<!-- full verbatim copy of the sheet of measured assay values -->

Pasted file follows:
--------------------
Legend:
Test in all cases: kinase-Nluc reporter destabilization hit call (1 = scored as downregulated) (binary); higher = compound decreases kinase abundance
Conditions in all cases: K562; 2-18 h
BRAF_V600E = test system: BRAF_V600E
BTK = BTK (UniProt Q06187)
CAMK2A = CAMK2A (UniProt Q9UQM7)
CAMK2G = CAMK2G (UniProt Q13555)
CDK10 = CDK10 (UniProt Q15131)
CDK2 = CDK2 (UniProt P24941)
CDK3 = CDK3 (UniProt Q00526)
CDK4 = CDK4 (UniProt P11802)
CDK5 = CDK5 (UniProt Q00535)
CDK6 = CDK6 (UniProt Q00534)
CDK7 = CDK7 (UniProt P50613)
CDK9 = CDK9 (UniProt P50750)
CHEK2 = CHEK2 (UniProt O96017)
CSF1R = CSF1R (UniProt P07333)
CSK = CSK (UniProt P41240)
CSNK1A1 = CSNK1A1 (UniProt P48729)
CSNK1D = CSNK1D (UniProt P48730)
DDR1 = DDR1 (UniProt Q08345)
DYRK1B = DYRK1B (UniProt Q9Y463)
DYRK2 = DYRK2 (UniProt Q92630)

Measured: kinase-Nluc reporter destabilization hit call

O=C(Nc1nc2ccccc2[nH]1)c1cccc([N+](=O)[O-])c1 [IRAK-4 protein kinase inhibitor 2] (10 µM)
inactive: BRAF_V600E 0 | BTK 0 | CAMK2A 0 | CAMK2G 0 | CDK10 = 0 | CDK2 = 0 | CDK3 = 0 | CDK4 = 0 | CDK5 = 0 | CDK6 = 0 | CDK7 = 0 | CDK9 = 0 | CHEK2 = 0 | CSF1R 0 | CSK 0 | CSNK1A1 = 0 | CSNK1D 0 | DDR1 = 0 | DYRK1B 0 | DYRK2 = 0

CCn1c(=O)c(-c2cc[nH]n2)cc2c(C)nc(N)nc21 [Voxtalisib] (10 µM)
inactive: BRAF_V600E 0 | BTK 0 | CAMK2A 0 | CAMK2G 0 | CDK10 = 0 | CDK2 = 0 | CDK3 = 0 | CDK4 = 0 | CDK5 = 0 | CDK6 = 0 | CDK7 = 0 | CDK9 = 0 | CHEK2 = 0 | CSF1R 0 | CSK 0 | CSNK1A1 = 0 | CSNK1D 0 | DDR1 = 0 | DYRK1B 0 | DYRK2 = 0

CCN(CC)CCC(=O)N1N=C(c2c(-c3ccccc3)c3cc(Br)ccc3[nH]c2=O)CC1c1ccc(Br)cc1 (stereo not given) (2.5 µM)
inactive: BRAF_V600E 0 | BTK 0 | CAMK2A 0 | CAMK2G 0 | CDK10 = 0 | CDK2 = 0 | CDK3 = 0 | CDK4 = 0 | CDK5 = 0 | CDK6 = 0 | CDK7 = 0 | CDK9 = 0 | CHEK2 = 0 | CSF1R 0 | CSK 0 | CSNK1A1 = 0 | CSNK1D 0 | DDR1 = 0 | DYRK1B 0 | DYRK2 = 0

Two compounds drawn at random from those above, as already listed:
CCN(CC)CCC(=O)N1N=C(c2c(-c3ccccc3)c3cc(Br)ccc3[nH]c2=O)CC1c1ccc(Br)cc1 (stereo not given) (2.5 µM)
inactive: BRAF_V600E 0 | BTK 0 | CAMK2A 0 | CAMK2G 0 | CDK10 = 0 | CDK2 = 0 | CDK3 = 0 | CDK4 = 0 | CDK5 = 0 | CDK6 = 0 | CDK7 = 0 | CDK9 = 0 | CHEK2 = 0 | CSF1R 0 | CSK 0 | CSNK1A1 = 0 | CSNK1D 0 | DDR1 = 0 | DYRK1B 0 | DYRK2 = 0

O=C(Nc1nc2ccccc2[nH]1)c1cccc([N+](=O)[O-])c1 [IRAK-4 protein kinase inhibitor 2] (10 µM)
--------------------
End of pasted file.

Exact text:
Legend:
Test in all cases: kinase-Nluc reporter destabilization hit call (1 = scored as downregulated) (binary); higher = compound decreases kinase abundance
Conditions in all cases: K562; 2-18 h
BRAF_V600E = test system: BRAF_V600E
BTK = BTK (UniProt Q06187)
CAMK2A = CAMK2A (UniProt Q9UQM7)
CAMK2G = CAMK2G (UniProt Q13555)
CDK10 = CDK10 (UniProt Q15131)
CDK2 = CDK2 (UniProt P24941)
CDK3 = CDK3 (UniProt Q00526)
CDK4 = CDK4 (UniProt P11802)
CDK5 = CDK5 (UniProt Q00535)
CDK6 = CDK6 (UniProt Q00534)
CDK7 = CDK7 (UniProt P50613)
CDK9 = CDK9 (UniProt P50750)
CHEK2 = CHEK2 (UniProt O96017)
CSF1R = CSF1R (UniProt P07333)
CSK = CSK (UniProt P41240)
CSNK1A1 = CSNK1A1 (UniProt P48729)
CSNK1D = CSNK1D (UniProt P48730)
DDR1 = DDR1 (UniProt Q08345)
DYRK1B = DYRK1B (UniProt Q9Y463)
DYRK2 = DYRK2 (UniProt Q92630)

Measured: kinase-Nluc reporter destabilization hit call

O=C(Nc1nc2ccccc2[nH]1)c1cccc([N+](=O)[O-])c1 [IRAK-4 protein kinase inhibitor 2] (10 µM)
inactive: BRAF_V600E 0 | BTK 0 | CAMK2A 0 | CAMK2G 0 | CDK10 = 0 | CDK2 = 0 | CDK3 = 0 | CDK4 = 0 | CDK5 = 0 | CDK6 = 0 | CDK7 = 0 | CDK9 = 0 | CHEK2 = 0 | CSF1R 0 | CSK 0 | CSNK1A1 = 0 | CSNK1D 0 | DDR1 = 0 | DYRK1B 0 | DYRK2 = 0

CCn1c(=O)c(-c2cc[nH]n2)cc2c(C)nc(N)nc21 [Voxtalisib] (10 µM)
inactive: BRAF_V600E 0 | BTK 0 | CAMK2A 0 | CAMK2G 0 | CDK10 = 0 | CDK2 = 0 | CDK3 = 0 | CDK4 = 0 | CDK5 = 0 | CDK6 = 0 | CDK7 = 0 | CDK9 = 0 | CHEK2 = 0 | CSF1R 0 | CSK 0 | CSNK1A1 = 0 | CSNK1D 0 | DDR1 = 0 | DYRK1B 0 | DYRK2 = 0

CCN(CC)CCC(=O)N1N=C(c2c(-c3ccccc3)c3cc(Br)ccc3[nH]c2=O)CC1c1ccc(Br)cc1 (stereo not given) (2.5 µM)
inactive: BRAF_V600E 0 | BTK 0 | CAMK2A 0 | CAMK2G 0 | CDK10 = 0 | CDK2 = 0 | CDK3 = 0 | CDK4 = 0 | CDK5 = 0 | CDK6 = 0 | CDK7 = 0 | CDK9 = 0 | CHEK2 = 0 | CSF1R 0 | CSK 0 | CSNK1A1 = 0 | CSNK1D 0 | DDR1 = 0 | DYRK1B 0 | DYRK2 = 0

Two compounds drawn at random from those above, as already listed:
CCN(CC)CCC(=O)N1N=C(c2c(-c3ccccc3)c3cc(Br)ccc3[nH]c2=O)CC1c1ccc(Br)cc1 (stereo not given) (2.5 µM)
inactive: BRAF_V600E 0 | BTK 0 | CAMK2A 0 | CAMK2G 0 | CDK10 = 0 | CDK2 = 0 | CDK3 = 0 | CDK4 = 0 | CDK5 = 0 | CDK6 = 0 | CDK7 = 0 | CDK9 = 0 | CHEK2 = 0 | CSF1R 0 | CSK 0 | CSNK1A1 = 0 | CSNK1D 0 | DDR1 = 0 | DYRK1B 0 | DYRK2 = 0

O=C(Nc1nc2ccccc2[nH]1)c1cccc([N+](=O)[O-])c1 [IRAK-4 protein kinase inhibitor 2] (10 µM)